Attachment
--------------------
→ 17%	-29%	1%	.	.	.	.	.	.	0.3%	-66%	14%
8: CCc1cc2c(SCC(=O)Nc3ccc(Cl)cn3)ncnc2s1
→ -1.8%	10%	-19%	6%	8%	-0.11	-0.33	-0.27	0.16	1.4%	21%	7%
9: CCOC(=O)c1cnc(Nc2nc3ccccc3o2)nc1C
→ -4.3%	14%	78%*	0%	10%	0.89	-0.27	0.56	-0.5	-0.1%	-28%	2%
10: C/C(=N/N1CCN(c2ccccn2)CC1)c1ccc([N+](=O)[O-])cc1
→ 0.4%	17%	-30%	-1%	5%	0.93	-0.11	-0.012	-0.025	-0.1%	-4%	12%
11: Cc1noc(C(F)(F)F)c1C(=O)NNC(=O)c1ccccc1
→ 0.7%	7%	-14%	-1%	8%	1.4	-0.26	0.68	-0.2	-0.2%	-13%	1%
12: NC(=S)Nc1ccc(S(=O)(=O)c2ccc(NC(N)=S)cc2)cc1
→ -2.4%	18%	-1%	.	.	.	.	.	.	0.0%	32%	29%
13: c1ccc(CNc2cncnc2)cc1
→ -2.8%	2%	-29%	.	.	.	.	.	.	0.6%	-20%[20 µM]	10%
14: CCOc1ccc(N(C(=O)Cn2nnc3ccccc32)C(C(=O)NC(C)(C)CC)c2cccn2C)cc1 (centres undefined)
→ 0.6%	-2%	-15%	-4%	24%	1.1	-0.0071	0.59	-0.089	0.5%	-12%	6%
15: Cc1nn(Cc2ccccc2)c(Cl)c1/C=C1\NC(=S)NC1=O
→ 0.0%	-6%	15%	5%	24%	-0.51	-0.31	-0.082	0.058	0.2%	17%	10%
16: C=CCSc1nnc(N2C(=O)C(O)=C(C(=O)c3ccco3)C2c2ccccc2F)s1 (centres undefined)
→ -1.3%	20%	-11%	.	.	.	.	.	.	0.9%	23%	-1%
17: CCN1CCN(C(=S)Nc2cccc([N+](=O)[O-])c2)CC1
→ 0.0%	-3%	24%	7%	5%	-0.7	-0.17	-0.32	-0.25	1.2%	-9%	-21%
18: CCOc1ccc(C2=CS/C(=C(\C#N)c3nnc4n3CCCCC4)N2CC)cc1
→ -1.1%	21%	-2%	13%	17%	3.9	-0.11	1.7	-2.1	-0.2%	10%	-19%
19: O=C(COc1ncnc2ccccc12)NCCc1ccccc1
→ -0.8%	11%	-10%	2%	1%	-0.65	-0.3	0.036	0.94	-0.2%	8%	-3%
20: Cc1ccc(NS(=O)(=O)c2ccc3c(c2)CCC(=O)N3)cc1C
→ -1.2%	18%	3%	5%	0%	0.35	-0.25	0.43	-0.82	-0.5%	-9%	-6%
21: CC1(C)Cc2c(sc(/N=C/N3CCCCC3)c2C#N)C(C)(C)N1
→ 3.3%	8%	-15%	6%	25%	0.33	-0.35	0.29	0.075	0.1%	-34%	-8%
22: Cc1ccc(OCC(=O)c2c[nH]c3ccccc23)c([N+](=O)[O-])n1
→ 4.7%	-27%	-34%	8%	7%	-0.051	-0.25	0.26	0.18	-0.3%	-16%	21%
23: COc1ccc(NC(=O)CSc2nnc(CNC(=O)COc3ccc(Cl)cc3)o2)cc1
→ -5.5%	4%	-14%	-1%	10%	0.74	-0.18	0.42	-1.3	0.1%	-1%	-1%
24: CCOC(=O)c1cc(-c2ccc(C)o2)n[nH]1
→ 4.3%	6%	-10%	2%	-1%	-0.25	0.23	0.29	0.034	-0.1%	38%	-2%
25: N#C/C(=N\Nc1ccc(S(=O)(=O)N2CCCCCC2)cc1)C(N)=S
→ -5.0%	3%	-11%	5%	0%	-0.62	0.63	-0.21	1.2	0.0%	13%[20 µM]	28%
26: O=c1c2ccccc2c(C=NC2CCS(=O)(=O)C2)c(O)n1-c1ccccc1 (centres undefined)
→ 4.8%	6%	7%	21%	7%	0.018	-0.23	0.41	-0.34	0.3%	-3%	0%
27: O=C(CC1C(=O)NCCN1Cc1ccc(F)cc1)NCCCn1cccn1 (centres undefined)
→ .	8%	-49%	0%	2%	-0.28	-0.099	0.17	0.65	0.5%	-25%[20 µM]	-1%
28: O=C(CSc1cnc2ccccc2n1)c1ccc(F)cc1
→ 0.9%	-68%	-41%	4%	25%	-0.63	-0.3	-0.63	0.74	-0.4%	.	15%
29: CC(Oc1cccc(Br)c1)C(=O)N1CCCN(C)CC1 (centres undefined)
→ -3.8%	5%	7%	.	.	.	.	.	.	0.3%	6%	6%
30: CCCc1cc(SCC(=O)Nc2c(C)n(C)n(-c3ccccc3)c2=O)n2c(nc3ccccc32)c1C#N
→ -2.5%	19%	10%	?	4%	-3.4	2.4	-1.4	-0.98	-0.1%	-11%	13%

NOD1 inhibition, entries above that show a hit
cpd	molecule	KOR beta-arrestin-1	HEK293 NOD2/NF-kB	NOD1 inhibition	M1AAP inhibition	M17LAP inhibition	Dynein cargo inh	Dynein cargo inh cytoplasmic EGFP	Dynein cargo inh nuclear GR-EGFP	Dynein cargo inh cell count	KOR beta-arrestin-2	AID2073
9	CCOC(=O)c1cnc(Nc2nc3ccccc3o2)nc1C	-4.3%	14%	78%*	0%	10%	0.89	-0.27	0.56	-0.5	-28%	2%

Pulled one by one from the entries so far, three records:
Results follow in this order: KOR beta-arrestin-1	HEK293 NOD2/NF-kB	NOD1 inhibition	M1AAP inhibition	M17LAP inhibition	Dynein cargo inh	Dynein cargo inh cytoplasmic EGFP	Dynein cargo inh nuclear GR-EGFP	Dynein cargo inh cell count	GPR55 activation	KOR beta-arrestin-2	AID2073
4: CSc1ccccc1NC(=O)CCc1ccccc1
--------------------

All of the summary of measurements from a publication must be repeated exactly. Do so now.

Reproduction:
→ 17%	-29%	1%	.	.	.	.	.	.	0.3%	-66%	14%
8: CCc1cc2c(SCC(=O)Nc3ccc(Cl)cn3)ncnc2s1
→ -1.8%	10%	-19%	6%	8%	-0.11	-0.33	-0.27	0.16	1.4%	21%	7%
9: CCOC(=O)c1cnc(Nc2nc3ccccc3o2)nc1C
→ -4.3%	14%	78%*	0%	10%	0.89	-0.27	0.56	-0.5	-0.1%	-28%	2%
10: C/C(=N/N1CCN(c2ccccn2)CC1)c1ccc([N+](=O)[O-])cc1
→ 0.4%	17%	-30%	-1%	5%	0.93	-0.11	-0.012	-0.025	-0.1%	-4%	12%
11: Cc1noc(C(F)(F)F)c1C(=O)NNC(=O)c1ccccc1
→ 0.7%	7%	-14%	-1%	8%	1.4	-0.26	0.68	-0.2	-0.2%	-13%	1%
12: NC(=S)Nc1ccc(S(=O)(=O)c2ccc(NC(N)=S)cc2)cc1
→ -2.4%	18%	-1%	.	.	.	.	.	.	0.0%	32%	29%
13: c1ccc(CNc2cncnc2)cc1
→ -2.8%	2%	-29%	.	.	.	.	.	.	0.6%	-20%[20 µM]	10%
14: CCOc1ccc(N(C(=O)Cn2nnc3ccccc32)C(C(=O)NC(C)(C)CC)c2cccn2C)cc1 (centres undefined)
→ 0.6%	-2%	-15%	-4%	24%	1.1	-0.0071	0.59	-0.089	0.5%	-12%	6%
15: Cc1nn(Cc2ccccc2)c(Cl)c1/C=C1\NC(=S)NC1=O
→ 0.0%	-6%	15%	5%	24%	-0.51	-0.31	-0.082	0.058	0.2%	17%	10%
16: C=CCSc1nnc(N2C(=O)C(O)=C(C(=O)c3ccco3)C2c2ccccc2F)s1 (centres undefined)
→ -1.3%	20%	-11%	.	.	.	.	.	.	0.9%	23%	-1%
17: CCN1CCN(C(=S)Nc2cccc([N+](=O)[O-])c2)CC1
→ 0.0%	-3%	24%	7%	5%	-0.7	-0.17	-0.32	-0.25	1.2%	-9%	-21%
18: CCOc1ccc(C2=CS/C(=C(\C#N)c3nnc4n3CCCCC4)N2CC)cc1
→ -1.1%	21%	-2%	13%	17%	3.9	-0.11	1.7	-2.1	-0.2%	10%	-19%
19: O=C(COc1ncnc2ccccc12)NCCc1ccccc1
→ -0.8%	11%	-10%	2%	1%	-0.65	-0.3	0.036	0.94	-0.2%	8%	-3%
20: Cc1ccc(NS(=O)(=O)c2ccc3c(c2)CCC(=O)N3)cc1C
→ -1.2%	18%	3%	5%	0%	0.35	-0.25	0.43	-0.82	-0.5%	-9%	-6%
21: CC1(C)Cc2c(sc(/N=C/N3CCCCC3)c2C#N)C(C)(C)N1
→ 3.3%	8%	-15%	6%	25%	0.33	-0.35	0.29	0.075	0.1%	-34%	-8%
22: Cc1ccc(OCC(=O)c2c[nH]c3ccccc23)c([N+](=O)[O-])n1
→ 4.7%	-27%	-34%	8%	7%	-0.051	-0.25	0.26	0.18	-0.3%	-16%	21%
23: COc1ccc(NC(=O)CSc2nnc(CNC(=O)COc3ccc(Cl)cc3)o2)cc1
→ -5.5%	4%	-14%	-1%	10%	0.74	-0.18	0.42	-1.3	0.1%	-1%	-1%
24: CCOC(=O)c1cc(-c2ccc(C)o2)n[nH]1
→ 4.3%	6%	-10%	2%	-1%	-0.25	0.23	0.29	0.034	-0.1%	38%	-2%
25: N#C/C(=N\Nc1ccc(S(=O)(=O)N2CCCCCC2)cc1)C(N)=S
→ -5.0%	3%	-11%	5%	0%	-0.62	0.63	-0.21	1.2	0.0%	13%[20 µM]	28%
26: O=c1c2ccccc2c(C=NC2CCS(=O)(=O)C2)c(O)n1-c1ccccc1 (centres undefined)
→ 4.8%	6%	7%	21%	7%	0.018	-0.23	0.41	-0.34	0.3%	-3%	0%
27: O=C(CC1C(=O)NCCN1Cc1ccc(F)cc1)NCCCn1cccn1 (centres undefined)
→ .	8%	-49%	0%	2%	-0.28	-0.099	0.17	0.65	0.5%	-25%[20 µM]	-1%
28: O=C(CSc1cnc2ccccc2n1)c1ccc(F)cc1
→ 0.9%	-68%	-41%	4%	25%	-0.63	-0.3	-0.63	0.74	-0.4%	.	15%
29: CC(Oc1cccc(Br)c1)C(=O)N1CCCN(C)CC1 (centres undefined)
→ -3.8%	5%	7%	.	.	.	.	.	.	0.3%	6%	6%
30: CCCc1cc(SCC(=O)Nc2c(C)n(C)n(-c3ccccc3)c2=O)n2c(nc3ccccc32)c1C#N
→ -2.5%	19%	10%	?	4%	-3.4	2.4	-1.4	-0.98	-0.1%	-11%	13%

NOD1 inhibition, entries above that show a hit
cpd	molecule	KOR beta-arrestin-1	HEK293 NOD2/NF-kB	NOD1 inhibition	M1AAP inhibition	M17LAP inhibition	Dynein cargo inh	Dynein cargo inh cytoplasmic EGFP	Dynein cargo inh nuclear GR-EGFP	Dynein cargo inh cell count	KOR beta-arrestin-2	AID2073
9	CCOC(=O)c1cnc(Nc2nc3ccccc3o2)nc1C	-4.3%	14%	78%*	0%	10%	0.89	-0.27	0.56	-0.5	-28%	2%

Pulled one by one from the entries so far, three records:
Results follow in this order: KOR beta-arrestin-1	HEK293 NOD2/NF-kB	NOD1 inhibition	M1AAP inhibition	M17LAP inhibition	Dynein cargo inh	Dynein cargo inh cytoplasmic EGFP	Dynein cargo inh nuclear GR-EGFP	Dynein cargo inh cell count	GPR55 activation	KOR beta-arrestin-2	AID2073
4: CSc1ccccc1NC(=O)CCc1ccccc1